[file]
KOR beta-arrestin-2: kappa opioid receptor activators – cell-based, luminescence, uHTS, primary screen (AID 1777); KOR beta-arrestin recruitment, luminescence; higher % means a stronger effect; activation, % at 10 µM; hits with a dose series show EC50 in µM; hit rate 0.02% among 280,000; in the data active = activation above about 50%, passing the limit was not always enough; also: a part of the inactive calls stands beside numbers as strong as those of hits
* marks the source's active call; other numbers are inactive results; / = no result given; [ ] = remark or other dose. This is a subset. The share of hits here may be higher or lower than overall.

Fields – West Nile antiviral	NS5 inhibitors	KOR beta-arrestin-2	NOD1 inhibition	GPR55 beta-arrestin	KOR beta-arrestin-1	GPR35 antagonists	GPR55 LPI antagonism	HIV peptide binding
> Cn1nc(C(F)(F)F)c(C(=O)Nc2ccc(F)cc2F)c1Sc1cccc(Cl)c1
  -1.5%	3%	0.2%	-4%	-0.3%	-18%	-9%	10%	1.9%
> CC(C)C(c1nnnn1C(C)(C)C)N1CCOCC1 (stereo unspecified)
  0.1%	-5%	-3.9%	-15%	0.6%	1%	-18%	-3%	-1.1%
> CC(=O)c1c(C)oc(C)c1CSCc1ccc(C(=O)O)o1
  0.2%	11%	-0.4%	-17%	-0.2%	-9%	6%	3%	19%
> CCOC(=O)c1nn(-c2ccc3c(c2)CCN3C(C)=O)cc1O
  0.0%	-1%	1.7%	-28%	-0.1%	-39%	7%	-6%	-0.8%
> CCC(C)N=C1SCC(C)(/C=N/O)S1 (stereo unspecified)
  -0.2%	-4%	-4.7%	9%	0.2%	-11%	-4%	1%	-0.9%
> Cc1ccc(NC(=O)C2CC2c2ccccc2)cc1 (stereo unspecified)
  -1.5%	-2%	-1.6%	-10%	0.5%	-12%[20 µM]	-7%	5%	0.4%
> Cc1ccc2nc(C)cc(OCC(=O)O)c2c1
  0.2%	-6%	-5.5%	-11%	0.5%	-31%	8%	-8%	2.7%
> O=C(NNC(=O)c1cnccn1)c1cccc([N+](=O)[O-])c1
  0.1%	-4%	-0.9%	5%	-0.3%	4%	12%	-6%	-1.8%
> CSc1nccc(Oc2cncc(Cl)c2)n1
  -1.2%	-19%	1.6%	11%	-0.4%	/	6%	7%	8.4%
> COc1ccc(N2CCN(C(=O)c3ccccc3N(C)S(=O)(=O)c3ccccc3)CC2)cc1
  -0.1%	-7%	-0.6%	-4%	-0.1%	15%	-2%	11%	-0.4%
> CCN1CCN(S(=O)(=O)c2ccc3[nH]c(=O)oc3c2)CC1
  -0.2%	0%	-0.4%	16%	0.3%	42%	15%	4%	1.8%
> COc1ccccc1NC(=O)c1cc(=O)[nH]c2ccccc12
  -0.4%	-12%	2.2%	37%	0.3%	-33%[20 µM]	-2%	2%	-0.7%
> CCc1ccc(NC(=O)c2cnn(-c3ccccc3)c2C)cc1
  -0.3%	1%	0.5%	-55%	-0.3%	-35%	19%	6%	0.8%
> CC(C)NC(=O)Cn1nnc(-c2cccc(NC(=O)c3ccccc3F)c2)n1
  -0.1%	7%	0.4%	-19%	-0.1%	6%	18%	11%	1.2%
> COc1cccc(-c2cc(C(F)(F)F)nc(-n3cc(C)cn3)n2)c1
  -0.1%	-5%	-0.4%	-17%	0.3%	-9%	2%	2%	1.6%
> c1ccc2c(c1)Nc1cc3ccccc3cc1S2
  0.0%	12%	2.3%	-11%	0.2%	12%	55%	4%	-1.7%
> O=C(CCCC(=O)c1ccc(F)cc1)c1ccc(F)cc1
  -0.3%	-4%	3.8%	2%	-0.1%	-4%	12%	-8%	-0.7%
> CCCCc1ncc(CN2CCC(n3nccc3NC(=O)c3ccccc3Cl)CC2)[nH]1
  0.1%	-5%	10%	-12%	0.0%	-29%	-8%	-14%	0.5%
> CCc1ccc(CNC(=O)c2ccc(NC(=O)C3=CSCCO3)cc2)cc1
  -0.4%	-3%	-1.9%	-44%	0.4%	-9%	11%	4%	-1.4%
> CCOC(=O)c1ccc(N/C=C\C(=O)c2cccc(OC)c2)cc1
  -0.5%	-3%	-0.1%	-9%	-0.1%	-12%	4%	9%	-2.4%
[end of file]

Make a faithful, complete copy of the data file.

KOR beta-arrestin-2: kappa opioid receptor activators – cell-based, luminescence, uHTS, primary screen (AID 1777); KOR beta-arrestin recruitment, luminescence; higher % means a stronger effect; activation, % at 10 µM; hits with a dose series show EC50 in µM; hit rate 0.02% among 280,000; in the data active = activation above about 50%, passing the limit was not always enough; also: a part of the inactive calls stands beside numbers as strong as those of hits
* marks the source's active call; other numbers are inactive results; / = no result given; [ ] = remark or other dose. This is a subset. The share of hits here may be higher or lower than overall.

Fields – West Nile antiviral	NS5 inhibitors	KOR beta-arrestin-2	NOD1 inhibition	GPR55 beta-arrestin	KOR beta-arrestin-1	GPR35 antagonists	GPR55 LPI antagonism	HIV peptide binding
> Cn1nc(C(F)(F)F)c(C(=O)Nc2ccc(F)cc2F)c1Sc1cccc(Cl)c1
  -1.5%	3%	0.2%	-4%	-0.3%	-18%	-9%	10%	1.9%
> CC(C)C(c1nnnn1C(C)(C)C)N1CCOCC1 (stereo unspecified)
  0.1%	-5%	-3.9%	-15%	0.6%	1%	-18%	-3%	-1.1%
> CC(=O)c1c(C)oc(C)c1CSCc1ccc(C(=O)O)o1
  0.2%	11%	-0.4%	-17%	-0.2%	-9%	6%	3%	19%
> CCOC(=O)c1nn(-c2ccc3c(c2)CCN3C(C)=O)cc1O
  0.0%	-1%	1.7%	-28%	-0.1%	-39%	7%	-6%	-0.8%
> CCC(C)N=C1SCC(C)(/C=N/O)S1 (stereo unspecified)
  -0.2%	-4%	-4.7%	9%	0.2%	-11%	-4%	1%	-0.9%
> Cc1ccc(NC(=O)C2CC2c2ccccc2)cc1 (stereo unspecified)
  -1.5%	-2%	-1.6%	-10%	0.5%	-12%[20 µM]	-7%	5%	0.4%
> Cc1ccc2nc(C)cc(OCC(=O)O)c2c1
  0.2%	-6%	-5.5%	-11%	0.5%	-31%	8%	-8%	2.7%
> O=C(NNC(=O)c1cnccn1)c1cccc([N+](=O)[O-])c1
  0.1%	-4%	-0.9%	5%	-0.3%	4%	12%	-6%	-1.8%
> CSc1nccc(Oc2cncc(Cl)c2)n1
  -1.2%	-19%	1.6%	11%	-0.4%	/	6%	7%	8.4%
> COc1ccc(N2CCN(C(=O)c3ccccc3N(C)S(=O)(=O)c3ccccc3)CC2)cc1
  -0.1%	-7%	-0.6%	-4%	-0.1%	15%	-2%	11%	-0.4%
> CCN1CCN(S(=O)(=O)c2ccc3[nH]c(=O)oc3c2)CC1
  -0.2%	0%	-0.4%	16%	0.3%	42%	15%	4%	1.8%
> COc1ccccc1NC(=O)c1cc(=O)[nH]c2ccccc12
  -0.4%	-12%	2.2%	37%	0.3%	-33%[20 µM]	-2%	2%	-0.7%
> CCc1ccc(NC(=O)c2cnn(-c3ccccc3)c2C)cc1
  -0.3%	1%	0.5%	-55%	-0.3%	-35%	19%	6%	0.8%
> CC(C)NC(=O)Cn1nnc(-c2cccc(NC(=O)c3ccccc3F)c2)n1
  -0.1%	7%	0.4%	-19%	-0.1%	6%	18%	11%	1.2%
> COc1cccc(-c2cc(C(F)(F)F)nc(-n3cc(C)cn3)n2)c1
  -0.1%	-5%	-0.4%	-17%	0.3%	-9%	2%	2%	1.6%
> c1ccc2c(c1)Nc1cc3ccccc3cc1S2
  0.0%	12%	2.3%	-11%	0.2%	12%	55%	4%	-1.7%
> O=C(CCCC(=O)c1ccc(F)cc1)c1ccc(F)cc1
  -0.3%	-4%	3.8%	2%	-0.1%	-4%	12%	-8%	-0.7%
> CCCCc1ncc(CN2CCC(n3nccc3NC(=O)c3ccccc3Cl)CC2)[nH]1
  0.1%	-5%	10%	-12%	0.0%	-29%	-8%	-14%	0.5%
> CCc1ccc(CNC(=O)c2ccc(NC(=O)C3=CSCCO3)cc2)cc1
  -0.4%	-3%	-1.9%	-44%	0.4%	-9%	11%	4%	-1.4%
> CCOC(=O)c1ccc(N/C=C\C(=O)c2cccc(OC)c2)cc1
  -0.5%	-3%	-0.1%	-9%	-0.1%	-12%	4%	9%	-2.4%